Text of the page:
The Superbowl is Sunday, February 1st this year. For many people it is a time to get together to watch the last game of the football season. It is also a time to gather with friends, have some great food, a few beers, and just have a good time. Some people tune in just to watch the commercials. Ah yes…the commercials. Year after year people around the world are anticipating the new crop of clever creations designed to make us spend. After those ads have aired, many become fodder for “water cooler talk” for many weeks afterward. Some even become cultural icons. Last year it was the talking stain from Tide and the baby that gives stock tips. Other favorites from years past are the Reebok series featuring Terry Tate – Office Linebacker, Jordan vs. Bird from McDonald’s, and the one where Mean Joe Green tosses his jersey to he kid that shares his Coke with him. These are all great commercials that have left an indelible mark on me and millions of others over the years.
As with most things, with the good comes the bad. Sadly, many companies use the Superbowl advertising frenzy to create ads that objectify, sexualize, and even dehumanize women. Many portray women as sex objects and tie womens value to their bodies or to their sex appeal. In the last few years, GoDaddy.com has been a major culprit. This year promises to be no different. GoDaddy has been holding an on-line contest so that the general public can vote on one of two possible commercials they’d like to see this year. Both options are hypersexualized and degrading toward women.
Danica Patrick – the race car driver is the new spokes person for GoDaddy. In case you aren’t familiar with Ms. Patrick, she is the top female race car driver on the Indy circuit. Her greatest achievement, according to her website, is leading at the Indy 500. She is clearly a very talented driver. However, it seems her appeal lies with her looks. She is a very attractive women and advertisers have been quick to cash in on that. Most of her print and video ads portray her as a sex symbol rather than a race car driver.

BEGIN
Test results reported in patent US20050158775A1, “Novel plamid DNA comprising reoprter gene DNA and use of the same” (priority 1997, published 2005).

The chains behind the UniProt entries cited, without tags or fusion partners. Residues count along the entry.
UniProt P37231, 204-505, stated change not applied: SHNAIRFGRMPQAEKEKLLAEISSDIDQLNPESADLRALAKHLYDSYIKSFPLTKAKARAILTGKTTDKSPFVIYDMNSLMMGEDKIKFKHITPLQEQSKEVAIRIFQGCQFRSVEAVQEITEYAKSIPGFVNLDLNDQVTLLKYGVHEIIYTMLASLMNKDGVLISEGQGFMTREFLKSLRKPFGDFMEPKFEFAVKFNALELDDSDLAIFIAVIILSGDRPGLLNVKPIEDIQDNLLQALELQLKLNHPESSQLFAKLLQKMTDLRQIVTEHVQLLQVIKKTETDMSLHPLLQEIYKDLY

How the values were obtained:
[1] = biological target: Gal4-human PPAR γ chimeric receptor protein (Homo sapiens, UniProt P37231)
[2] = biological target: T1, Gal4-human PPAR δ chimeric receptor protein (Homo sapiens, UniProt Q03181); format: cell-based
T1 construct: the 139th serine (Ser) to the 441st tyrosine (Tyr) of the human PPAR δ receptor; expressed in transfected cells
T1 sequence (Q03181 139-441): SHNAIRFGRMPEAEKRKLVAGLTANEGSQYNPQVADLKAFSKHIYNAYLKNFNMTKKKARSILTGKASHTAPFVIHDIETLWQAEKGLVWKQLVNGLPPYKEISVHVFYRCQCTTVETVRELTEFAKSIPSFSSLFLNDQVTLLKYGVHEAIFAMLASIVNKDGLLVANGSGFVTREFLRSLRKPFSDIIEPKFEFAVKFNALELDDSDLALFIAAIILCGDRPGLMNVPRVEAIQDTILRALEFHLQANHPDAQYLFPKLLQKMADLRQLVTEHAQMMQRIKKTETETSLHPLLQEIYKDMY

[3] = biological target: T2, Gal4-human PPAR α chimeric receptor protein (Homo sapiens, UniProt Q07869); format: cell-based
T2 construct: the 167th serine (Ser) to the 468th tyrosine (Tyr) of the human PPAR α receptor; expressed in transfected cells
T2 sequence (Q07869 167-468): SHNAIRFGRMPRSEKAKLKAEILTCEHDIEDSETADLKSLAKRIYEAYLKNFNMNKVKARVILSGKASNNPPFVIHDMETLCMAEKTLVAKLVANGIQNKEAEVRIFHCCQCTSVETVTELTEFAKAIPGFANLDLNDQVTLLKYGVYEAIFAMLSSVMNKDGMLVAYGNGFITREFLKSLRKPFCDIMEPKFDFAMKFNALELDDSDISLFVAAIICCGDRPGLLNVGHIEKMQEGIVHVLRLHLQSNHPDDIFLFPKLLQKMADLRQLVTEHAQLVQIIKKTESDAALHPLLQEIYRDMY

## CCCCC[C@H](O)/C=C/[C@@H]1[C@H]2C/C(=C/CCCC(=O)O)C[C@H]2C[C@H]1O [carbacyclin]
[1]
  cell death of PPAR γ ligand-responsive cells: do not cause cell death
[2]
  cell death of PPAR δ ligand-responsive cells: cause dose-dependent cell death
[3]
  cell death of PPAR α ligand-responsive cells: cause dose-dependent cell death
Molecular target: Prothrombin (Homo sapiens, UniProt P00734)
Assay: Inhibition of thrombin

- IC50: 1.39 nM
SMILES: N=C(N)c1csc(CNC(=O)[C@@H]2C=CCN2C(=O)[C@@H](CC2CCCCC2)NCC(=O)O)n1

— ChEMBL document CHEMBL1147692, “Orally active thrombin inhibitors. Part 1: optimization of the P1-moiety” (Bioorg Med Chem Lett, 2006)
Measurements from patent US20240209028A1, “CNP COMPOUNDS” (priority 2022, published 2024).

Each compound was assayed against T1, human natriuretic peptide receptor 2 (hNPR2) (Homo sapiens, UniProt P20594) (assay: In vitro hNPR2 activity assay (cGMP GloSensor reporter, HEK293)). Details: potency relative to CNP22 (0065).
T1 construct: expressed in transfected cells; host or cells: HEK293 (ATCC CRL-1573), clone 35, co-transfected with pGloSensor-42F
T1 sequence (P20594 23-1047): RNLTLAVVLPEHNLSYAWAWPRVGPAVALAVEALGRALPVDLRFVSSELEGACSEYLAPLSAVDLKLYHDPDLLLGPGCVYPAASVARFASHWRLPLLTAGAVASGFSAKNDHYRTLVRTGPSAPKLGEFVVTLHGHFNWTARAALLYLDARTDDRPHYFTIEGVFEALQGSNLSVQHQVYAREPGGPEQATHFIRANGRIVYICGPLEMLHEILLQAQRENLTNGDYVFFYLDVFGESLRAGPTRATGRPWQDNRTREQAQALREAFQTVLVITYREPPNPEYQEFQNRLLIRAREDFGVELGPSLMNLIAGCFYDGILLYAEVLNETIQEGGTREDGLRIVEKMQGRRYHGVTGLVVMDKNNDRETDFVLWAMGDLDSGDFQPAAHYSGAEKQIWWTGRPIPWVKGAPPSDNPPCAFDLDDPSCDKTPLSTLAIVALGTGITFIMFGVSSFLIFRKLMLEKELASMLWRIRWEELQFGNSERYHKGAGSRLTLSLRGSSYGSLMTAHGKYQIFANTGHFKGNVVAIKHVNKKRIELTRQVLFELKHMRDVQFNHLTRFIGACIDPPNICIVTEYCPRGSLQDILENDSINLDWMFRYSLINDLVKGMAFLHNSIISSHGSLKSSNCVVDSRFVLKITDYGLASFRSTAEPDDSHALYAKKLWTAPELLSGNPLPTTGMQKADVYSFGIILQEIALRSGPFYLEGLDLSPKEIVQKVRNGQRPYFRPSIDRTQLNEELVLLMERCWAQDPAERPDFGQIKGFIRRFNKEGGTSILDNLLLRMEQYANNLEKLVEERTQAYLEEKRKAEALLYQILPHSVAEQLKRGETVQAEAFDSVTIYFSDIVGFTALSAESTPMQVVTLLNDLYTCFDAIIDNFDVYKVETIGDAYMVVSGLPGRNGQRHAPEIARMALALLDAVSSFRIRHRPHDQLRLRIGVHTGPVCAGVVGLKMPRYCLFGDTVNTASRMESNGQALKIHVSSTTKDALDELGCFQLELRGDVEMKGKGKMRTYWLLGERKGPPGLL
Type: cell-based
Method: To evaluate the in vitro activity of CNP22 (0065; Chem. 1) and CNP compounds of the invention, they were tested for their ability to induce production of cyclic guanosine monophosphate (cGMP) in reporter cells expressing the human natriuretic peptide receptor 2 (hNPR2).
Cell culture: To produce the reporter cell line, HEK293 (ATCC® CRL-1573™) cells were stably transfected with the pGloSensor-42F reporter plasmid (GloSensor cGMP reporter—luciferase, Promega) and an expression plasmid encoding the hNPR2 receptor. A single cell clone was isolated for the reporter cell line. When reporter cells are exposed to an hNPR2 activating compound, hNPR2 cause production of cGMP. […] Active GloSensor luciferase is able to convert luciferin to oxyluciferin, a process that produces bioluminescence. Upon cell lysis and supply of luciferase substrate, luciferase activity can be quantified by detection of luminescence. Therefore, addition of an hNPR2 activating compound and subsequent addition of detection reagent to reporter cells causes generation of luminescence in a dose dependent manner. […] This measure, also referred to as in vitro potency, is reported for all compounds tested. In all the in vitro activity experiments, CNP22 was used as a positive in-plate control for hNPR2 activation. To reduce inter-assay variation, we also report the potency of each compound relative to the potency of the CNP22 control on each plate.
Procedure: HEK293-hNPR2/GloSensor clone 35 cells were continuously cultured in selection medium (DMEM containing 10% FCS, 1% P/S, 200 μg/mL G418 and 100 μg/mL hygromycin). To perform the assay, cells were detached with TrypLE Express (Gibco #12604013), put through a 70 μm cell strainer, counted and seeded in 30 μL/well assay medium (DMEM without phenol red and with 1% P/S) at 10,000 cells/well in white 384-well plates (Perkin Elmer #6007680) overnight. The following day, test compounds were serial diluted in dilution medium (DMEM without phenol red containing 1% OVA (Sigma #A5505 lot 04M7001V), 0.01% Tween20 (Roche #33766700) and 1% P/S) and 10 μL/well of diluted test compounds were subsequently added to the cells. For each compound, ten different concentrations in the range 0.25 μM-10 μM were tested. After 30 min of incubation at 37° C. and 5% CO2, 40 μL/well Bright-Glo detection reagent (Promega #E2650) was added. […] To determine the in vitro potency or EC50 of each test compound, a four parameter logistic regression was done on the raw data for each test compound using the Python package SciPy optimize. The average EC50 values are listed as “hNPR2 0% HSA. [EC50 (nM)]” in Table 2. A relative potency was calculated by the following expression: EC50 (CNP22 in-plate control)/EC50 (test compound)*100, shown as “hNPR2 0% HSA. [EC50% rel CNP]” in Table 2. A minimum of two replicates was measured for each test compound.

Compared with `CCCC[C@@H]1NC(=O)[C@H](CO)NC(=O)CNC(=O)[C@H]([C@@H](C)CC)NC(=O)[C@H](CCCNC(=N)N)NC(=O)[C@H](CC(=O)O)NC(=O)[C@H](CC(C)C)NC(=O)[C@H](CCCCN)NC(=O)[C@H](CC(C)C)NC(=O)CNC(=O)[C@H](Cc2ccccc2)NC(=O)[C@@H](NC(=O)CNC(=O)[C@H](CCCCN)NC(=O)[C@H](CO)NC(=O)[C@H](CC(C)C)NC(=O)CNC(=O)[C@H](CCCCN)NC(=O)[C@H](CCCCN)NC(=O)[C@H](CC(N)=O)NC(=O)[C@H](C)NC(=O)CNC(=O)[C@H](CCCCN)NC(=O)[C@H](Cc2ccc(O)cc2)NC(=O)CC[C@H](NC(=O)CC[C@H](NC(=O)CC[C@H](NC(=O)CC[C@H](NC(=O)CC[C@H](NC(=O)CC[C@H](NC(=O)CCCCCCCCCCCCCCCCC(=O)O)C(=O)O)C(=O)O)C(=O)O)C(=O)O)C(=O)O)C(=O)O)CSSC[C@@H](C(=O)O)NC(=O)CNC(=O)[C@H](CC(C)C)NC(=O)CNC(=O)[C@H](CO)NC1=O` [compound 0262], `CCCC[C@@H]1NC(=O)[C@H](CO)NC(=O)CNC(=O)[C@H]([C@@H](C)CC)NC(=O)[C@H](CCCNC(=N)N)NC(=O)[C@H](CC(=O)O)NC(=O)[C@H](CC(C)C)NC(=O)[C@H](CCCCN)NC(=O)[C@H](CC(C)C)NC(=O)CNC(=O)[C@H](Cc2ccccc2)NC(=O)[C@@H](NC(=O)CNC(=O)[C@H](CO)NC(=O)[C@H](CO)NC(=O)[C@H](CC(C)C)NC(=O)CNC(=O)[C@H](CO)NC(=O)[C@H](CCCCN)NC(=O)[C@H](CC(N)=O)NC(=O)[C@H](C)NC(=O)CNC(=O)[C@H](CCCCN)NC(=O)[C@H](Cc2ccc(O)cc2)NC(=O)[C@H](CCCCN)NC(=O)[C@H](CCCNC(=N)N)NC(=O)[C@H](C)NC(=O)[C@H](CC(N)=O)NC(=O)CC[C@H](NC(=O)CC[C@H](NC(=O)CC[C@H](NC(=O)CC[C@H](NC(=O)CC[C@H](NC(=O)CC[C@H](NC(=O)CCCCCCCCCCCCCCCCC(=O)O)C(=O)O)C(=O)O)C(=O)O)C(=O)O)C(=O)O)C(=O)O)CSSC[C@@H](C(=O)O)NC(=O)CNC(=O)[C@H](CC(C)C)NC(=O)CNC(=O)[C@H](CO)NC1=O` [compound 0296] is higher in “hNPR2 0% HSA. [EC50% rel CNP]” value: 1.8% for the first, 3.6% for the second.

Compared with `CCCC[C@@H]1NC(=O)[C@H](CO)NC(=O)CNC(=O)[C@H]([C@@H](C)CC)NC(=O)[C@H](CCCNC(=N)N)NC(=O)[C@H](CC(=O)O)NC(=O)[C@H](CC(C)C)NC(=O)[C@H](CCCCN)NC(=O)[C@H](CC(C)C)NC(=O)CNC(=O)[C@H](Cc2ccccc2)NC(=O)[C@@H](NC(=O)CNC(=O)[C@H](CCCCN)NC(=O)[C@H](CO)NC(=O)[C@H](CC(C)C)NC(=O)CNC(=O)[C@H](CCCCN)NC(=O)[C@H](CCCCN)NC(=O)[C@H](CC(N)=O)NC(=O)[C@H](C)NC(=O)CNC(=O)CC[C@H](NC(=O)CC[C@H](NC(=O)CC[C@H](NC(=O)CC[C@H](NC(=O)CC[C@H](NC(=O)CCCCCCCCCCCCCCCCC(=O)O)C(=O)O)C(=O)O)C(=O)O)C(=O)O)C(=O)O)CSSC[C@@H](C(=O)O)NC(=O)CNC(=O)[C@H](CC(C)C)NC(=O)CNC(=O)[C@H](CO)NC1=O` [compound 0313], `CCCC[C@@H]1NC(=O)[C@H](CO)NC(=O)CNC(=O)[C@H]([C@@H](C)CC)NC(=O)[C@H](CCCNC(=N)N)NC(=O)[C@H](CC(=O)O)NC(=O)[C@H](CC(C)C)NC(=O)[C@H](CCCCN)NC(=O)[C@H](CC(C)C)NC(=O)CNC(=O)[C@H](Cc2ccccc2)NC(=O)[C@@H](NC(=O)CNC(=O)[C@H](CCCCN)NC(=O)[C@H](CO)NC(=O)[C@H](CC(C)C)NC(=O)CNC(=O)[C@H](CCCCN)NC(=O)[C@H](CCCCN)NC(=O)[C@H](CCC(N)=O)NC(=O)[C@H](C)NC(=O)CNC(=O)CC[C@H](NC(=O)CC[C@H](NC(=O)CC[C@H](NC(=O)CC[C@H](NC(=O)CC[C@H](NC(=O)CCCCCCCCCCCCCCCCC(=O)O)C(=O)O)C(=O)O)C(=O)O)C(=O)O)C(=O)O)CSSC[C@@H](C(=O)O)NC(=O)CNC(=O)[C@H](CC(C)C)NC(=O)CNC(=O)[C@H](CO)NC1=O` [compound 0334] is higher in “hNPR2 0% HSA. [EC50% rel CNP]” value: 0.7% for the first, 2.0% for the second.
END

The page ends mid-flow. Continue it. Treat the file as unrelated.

I am telling you this because I have a challenge for you. This year as you are watching the Superbowl, take a moment to acknowledge just how many of the commercials objectify and sexualize women. You can simply make tick marks on a napkin or better yet, jot down the premise and the company responsible for the ad. If you are really brave, point it out to the group you are watching the game with and get a discussion going. In any case, I want you to be aware of what is going on. Then, consider your buying habits. Do you support the companies that are behind those ads? Chances are, you do. I know I often do. It’s even OK if you do. However, it is not OK for you to remain silent about it. You can use those ads (and many others for that matter) to help create a collective consciousness among your friends and family. Use them to educate your children that sexism is bad and that women have value beyond their sexuality and their bodies. You can also let the offending companies that you, as a consumer, demand something different.
The only way to create social change is to act. Our culture will not change itself. As Barack Obama said, “…we are the change we’ve been waiting for.” It is up to us to rewrite the script for future generations. Our children are tuning in now and they are intently watching. Are you?
Here are some of the print ads featuring Danica Patrick: